A few days ago, Microsoft announced the release of Project Bletchley, a new addition to its blockchain technology stack. Conceptually, Project Bletchley expands the blockchain capabilities within Azure to a new level by complementing the distributed ledger with a series of building blocks that will enable enterprises to build business solutions powered by the blockchain. The release of Project Bletchley is the latest major step from Platform-as-a-Service (PaaS) incumbents to incorporate blockchain technologies as part of their cloud offerings. The industry has even coined a new term for this movement: Blockchain-as-a-Service (BaaS).
BaaS is the latest hot trend in the rapidly changing blockchain ecosystem and Microsoft is not the only PaaS provider jumping on it. IBM and Amazon have also been incredibly active in the blockchain space courting startups and system integrators to leverage their respective PaaS infrastructures in their blockchain solutions. In her recent appearance at the Code Conference, IBM CEO Ginni Rometty listed the blockchain as one of IBM’s major areas of focus together with IBM Watson. This is a very remarkable statement if we consider that IBM’s BaaS efforts are only a few months old. Beyond all the hype, there are very important factors that are contributing to establish BaaS as one of the most relevant technology movements in the blockchain and cloud spaces.
The main purpose of BaaS is to enable the backend capabilities required for blockchain solutions. Building business solutions powered by the blockchain is far from an easy endeavor. Setting up and operating a blockchain environment entails major infrastructure and development challenges. Additionally, blockchain solutions typically require infrastructure and functional components that are not included in the blockchain.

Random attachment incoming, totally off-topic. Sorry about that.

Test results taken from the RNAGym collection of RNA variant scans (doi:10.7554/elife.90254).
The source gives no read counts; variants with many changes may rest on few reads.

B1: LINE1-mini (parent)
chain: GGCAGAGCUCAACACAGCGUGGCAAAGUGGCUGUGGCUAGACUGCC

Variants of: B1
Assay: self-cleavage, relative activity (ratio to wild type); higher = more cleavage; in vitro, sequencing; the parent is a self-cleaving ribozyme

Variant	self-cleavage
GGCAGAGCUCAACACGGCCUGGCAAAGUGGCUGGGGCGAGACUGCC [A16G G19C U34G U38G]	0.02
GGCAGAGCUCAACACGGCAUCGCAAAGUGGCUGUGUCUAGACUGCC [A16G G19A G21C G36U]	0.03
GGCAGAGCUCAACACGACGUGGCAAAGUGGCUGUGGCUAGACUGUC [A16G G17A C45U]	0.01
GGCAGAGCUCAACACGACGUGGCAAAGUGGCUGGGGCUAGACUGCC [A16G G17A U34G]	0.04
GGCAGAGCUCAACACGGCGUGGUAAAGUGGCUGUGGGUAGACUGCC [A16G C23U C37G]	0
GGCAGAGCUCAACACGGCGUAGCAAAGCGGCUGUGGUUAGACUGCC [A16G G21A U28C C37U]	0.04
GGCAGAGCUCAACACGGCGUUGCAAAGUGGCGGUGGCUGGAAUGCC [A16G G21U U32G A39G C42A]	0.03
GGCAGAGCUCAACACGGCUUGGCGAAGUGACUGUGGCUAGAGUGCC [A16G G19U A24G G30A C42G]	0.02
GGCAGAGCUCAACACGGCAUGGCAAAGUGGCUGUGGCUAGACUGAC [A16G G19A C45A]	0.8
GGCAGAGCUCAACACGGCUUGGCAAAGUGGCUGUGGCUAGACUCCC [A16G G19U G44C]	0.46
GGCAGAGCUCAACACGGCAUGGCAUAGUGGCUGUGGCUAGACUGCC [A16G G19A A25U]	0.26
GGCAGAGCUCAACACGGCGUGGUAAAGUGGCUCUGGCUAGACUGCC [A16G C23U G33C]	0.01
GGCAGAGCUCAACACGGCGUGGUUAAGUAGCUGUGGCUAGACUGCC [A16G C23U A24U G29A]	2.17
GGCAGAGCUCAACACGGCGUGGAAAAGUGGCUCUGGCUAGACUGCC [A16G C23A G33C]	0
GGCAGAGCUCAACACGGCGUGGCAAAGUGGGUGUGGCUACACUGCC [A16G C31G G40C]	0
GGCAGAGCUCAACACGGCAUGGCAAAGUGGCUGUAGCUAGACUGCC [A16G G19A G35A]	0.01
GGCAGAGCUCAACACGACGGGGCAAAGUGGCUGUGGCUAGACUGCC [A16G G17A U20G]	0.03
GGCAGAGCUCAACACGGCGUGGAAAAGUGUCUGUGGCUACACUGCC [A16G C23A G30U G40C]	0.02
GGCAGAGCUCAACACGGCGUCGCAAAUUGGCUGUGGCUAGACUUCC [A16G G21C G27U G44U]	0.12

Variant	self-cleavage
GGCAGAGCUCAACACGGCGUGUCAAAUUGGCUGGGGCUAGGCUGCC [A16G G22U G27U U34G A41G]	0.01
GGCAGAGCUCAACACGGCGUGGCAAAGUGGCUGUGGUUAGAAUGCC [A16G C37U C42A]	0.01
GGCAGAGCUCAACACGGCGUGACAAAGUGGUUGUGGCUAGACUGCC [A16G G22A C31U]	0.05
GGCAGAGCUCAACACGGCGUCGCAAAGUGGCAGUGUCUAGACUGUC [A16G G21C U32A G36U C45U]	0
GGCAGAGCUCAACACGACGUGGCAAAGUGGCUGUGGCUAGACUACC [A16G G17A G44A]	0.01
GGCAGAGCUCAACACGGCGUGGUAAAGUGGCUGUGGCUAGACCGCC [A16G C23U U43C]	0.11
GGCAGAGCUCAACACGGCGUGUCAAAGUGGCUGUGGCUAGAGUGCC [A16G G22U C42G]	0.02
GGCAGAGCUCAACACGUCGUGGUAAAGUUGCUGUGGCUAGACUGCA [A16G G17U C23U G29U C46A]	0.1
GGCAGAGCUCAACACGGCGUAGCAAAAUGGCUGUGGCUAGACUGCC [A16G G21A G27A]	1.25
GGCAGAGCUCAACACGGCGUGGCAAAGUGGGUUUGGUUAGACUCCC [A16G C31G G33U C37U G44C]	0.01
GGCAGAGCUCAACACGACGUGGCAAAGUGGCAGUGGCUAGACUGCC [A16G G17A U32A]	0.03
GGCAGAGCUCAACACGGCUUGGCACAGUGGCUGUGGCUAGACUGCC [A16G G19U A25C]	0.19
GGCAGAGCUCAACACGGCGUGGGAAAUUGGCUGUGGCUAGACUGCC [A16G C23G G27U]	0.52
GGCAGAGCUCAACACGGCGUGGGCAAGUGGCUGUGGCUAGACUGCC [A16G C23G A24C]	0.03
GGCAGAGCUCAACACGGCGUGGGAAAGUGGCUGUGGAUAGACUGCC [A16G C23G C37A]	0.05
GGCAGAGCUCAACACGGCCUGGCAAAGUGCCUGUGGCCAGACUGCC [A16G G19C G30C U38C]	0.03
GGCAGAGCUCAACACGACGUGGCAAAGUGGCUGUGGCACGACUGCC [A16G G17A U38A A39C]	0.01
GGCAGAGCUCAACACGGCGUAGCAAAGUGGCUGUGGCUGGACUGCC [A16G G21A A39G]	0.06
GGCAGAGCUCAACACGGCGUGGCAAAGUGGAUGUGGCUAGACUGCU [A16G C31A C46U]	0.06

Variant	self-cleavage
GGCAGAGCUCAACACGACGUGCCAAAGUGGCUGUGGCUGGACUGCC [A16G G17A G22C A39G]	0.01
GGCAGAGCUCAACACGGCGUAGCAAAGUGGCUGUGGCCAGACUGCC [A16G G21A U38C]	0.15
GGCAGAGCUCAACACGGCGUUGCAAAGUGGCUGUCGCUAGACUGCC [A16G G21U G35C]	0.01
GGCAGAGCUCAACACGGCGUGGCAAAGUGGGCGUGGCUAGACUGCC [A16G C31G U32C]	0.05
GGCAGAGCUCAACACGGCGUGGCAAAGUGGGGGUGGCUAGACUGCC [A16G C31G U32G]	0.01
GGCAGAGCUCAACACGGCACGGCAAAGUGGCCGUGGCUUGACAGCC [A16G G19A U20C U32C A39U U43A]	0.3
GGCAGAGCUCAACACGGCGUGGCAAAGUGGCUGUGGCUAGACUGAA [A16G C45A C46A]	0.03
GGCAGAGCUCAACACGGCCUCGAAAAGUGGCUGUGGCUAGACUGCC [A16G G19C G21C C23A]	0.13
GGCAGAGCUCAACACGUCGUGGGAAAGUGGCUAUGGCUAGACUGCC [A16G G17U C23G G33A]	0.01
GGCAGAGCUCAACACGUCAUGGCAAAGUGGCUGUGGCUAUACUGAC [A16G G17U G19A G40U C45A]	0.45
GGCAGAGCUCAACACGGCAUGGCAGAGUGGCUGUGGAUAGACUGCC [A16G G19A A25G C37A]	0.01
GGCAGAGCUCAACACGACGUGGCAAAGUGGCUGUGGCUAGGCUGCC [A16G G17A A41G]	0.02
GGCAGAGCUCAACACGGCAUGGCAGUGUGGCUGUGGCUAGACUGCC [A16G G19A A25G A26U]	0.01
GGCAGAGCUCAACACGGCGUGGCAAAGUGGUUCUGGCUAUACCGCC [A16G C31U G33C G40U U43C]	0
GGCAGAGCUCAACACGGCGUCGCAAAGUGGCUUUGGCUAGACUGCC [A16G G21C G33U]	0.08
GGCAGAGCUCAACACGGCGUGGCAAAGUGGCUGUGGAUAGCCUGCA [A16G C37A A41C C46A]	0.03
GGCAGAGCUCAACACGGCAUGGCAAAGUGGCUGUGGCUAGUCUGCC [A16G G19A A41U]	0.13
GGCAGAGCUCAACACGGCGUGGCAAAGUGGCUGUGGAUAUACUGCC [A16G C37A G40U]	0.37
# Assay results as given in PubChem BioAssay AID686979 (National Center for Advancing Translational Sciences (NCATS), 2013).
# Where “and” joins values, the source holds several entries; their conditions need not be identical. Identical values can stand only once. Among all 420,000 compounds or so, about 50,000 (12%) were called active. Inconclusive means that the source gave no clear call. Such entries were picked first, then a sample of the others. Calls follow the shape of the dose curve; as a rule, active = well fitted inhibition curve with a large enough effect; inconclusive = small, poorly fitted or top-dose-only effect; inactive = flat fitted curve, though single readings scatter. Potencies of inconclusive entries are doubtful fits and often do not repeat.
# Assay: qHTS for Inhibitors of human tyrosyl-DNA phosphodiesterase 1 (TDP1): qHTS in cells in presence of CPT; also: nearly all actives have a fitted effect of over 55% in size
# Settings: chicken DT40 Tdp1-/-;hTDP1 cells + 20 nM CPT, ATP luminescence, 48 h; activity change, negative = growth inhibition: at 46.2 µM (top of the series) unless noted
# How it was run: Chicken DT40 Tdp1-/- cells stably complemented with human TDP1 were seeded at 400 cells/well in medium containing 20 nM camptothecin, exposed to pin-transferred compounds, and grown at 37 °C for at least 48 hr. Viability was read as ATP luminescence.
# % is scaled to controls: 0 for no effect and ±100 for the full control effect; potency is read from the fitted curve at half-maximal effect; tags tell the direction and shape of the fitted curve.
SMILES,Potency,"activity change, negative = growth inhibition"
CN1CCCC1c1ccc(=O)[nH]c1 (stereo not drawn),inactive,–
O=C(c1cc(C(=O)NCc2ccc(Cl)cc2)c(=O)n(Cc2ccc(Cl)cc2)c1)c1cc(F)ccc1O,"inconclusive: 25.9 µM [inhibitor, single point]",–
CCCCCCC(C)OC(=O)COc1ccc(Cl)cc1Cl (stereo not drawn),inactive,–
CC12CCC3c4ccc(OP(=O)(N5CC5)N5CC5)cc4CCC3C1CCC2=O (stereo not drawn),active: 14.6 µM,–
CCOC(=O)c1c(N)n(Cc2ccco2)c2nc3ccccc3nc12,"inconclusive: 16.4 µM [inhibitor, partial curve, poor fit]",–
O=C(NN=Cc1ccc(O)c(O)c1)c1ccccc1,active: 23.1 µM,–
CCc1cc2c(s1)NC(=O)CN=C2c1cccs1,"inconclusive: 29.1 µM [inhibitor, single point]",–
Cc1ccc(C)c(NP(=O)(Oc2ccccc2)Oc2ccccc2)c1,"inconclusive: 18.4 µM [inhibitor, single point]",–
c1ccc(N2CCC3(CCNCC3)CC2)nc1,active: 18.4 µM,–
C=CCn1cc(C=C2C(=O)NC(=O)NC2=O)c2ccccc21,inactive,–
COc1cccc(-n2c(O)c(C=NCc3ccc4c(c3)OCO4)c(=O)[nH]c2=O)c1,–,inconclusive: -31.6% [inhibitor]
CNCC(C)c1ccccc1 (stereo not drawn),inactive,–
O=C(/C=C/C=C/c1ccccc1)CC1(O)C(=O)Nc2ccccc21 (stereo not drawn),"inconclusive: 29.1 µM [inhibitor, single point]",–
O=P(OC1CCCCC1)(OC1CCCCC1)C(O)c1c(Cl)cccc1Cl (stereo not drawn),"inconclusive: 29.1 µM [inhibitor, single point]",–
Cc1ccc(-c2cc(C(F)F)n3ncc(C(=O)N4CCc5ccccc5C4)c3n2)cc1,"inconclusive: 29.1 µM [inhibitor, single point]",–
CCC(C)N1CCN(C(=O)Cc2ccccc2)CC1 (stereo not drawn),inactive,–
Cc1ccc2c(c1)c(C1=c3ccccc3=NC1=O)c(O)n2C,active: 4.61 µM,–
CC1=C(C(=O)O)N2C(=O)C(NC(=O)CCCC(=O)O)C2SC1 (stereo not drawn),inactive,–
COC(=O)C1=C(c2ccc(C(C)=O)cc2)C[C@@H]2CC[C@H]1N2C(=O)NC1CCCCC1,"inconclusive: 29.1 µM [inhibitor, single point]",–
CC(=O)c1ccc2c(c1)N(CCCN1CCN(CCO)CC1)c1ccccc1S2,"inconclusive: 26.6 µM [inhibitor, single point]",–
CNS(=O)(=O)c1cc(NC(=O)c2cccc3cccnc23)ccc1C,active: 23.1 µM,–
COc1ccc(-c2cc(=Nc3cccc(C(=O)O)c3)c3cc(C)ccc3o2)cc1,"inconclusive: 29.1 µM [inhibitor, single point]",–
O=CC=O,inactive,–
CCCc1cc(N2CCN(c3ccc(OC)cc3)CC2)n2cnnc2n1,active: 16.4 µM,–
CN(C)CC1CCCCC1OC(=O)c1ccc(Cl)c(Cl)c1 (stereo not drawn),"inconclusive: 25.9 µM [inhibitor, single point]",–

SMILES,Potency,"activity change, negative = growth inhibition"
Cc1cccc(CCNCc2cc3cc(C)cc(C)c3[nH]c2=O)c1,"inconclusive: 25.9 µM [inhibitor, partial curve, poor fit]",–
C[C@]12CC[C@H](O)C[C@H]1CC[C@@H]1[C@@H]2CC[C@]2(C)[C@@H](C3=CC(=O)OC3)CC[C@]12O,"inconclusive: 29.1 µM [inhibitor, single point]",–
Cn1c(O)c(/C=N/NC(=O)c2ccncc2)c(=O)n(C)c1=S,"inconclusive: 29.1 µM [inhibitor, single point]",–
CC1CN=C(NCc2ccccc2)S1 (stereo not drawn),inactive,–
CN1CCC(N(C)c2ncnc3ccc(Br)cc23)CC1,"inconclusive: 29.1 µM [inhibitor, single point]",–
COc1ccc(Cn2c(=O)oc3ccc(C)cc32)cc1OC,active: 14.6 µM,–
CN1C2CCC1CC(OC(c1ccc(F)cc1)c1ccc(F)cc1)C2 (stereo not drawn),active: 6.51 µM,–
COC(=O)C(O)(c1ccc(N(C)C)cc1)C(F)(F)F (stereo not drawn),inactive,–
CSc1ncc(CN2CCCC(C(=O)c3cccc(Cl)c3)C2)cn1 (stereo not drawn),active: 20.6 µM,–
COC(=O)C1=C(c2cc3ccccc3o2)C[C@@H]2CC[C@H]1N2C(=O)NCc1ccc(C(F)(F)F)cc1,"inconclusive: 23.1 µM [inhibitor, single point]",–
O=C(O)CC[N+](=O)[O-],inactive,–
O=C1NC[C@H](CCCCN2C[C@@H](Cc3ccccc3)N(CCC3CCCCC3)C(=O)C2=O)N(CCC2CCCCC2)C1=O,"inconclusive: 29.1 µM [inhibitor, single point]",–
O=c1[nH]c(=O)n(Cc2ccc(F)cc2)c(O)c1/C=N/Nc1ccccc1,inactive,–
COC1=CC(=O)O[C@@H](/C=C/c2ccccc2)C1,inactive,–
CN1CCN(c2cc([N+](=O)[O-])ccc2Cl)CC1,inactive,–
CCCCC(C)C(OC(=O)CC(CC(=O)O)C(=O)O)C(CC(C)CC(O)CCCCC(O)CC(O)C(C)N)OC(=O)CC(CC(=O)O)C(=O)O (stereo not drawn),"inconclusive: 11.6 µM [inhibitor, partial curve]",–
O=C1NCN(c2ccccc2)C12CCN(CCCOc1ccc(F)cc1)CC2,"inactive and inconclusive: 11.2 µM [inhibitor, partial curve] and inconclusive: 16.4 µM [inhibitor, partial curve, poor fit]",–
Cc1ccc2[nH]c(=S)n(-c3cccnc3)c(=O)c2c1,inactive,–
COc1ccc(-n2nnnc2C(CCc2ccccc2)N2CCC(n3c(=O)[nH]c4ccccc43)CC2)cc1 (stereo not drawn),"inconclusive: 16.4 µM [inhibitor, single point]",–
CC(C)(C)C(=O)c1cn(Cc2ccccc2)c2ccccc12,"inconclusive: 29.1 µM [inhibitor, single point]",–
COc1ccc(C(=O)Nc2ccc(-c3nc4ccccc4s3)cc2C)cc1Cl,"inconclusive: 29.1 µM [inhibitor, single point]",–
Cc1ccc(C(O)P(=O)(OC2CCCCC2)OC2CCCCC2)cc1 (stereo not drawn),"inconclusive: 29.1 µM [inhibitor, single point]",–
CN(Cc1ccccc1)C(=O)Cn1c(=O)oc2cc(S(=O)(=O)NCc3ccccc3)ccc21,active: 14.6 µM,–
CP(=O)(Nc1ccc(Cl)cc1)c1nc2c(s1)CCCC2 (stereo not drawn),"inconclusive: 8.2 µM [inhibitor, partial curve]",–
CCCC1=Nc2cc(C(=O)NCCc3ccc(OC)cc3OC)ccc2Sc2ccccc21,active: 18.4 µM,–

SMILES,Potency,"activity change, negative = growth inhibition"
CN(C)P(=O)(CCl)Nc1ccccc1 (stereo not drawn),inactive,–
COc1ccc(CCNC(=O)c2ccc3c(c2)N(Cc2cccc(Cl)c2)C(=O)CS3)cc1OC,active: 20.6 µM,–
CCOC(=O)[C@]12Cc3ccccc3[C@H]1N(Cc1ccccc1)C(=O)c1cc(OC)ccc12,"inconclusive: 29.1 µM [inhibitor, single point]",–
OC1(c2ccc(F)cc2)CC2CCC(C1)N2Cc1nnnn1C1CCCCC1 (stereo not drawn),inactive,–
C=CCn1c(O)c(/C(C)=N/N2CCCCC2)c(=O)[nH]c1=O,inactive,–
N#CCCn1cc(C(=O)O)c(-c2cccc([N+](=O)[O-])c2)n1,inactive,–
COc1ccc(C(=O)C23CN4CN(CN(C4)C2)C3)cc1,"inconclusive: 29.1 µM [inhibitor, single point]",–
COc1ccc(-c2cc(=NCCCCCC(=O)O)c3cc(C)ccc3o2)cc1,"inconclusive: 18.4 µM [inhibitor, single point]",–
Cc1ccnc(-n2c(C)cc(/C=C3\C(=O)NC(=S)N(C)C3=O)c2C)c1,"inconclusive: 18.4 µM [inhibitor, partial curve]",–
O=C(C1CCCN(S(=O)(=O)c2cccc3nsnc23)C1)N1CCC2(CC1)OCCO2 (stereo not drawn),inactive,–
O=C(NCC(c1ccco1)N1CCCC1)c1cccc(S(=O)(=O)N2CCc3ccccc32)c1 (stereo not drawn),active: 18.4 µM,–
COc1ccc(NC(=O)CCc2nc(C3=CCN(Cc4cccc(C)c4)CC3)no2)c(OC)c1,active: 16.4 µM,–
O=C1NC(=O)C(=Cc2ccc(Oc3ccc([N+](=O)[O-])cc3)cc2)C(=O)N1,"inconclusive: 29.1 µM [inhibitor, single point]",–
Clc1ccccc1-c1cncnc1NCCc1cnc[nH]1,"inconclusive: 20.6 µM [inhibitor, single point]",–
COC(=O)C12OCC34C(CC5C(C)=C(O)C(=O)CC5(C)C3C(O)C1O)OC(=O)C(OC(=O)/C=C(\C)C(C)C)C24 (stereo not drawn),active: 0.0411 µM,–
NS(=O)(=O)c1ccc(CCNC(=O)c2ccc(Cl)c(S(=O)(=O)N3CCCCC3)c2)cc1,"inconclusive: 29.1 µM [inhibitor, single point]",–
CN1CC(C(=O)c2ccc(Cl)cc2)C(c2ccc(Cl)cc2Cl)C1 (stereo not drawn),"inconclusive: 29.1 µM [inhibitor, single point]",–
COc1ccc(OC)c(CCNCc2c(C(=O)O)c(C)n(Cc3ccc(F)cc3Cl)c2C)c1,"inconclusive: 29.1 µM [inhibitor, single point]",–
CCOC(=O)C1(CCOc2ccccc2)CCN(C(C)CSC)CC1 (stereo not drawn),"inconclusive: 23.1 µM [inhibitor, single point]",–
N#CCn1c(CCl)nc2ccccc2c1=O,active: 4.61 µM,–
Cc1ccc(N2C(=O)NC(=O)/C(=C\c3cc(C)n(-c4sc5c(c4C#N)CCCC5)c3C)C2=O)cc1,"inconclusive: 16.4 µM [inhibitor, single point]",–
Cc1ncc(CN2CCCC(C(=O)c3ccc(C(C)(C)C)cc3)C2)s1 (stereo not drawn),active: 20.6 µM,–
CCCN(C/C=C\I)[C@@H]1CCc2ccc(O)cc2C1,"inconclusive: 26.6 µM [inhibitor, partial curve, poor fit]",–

BaaS enables blockchain capabilities as first class PaaS services. From a functional standpoint, a BaaS model allows developers to build solutions that seamlessly combine the capabilities of the blockchain with typical platform and infrastructure services such as storage, middleware, messaging, and other functional building blocks of sophisticated software solutions. More importantly, BaaS provides a seamless model to scale and manage a blockchain topology without deploying any proprietary infrastructure. The viability of the BaaS model is still being evaluated, however, at first glimpse there are some tangible benefits we believe this type of platform will bring to blockchain solutions:
- Blockchain infrastructure simplicity: BaaS solutions drastically simplify the experience of provisioning, managing, and operating private blockchains.
- Platform and infrastructure services: BaaS expands the capabilities of the blockchain with PaaS services in relevant areas such as storage, messaging, middleware, security, etc.
- Developer and partner communities: BaaS solutions open the blockchain to the broad developers and system integrator communities of PaaS providers like AWS, Azure, or Bluemix.
- Global availability: The global nature of PaaS infrastructures allows for the provisioning of the blockchain in many regions of the world.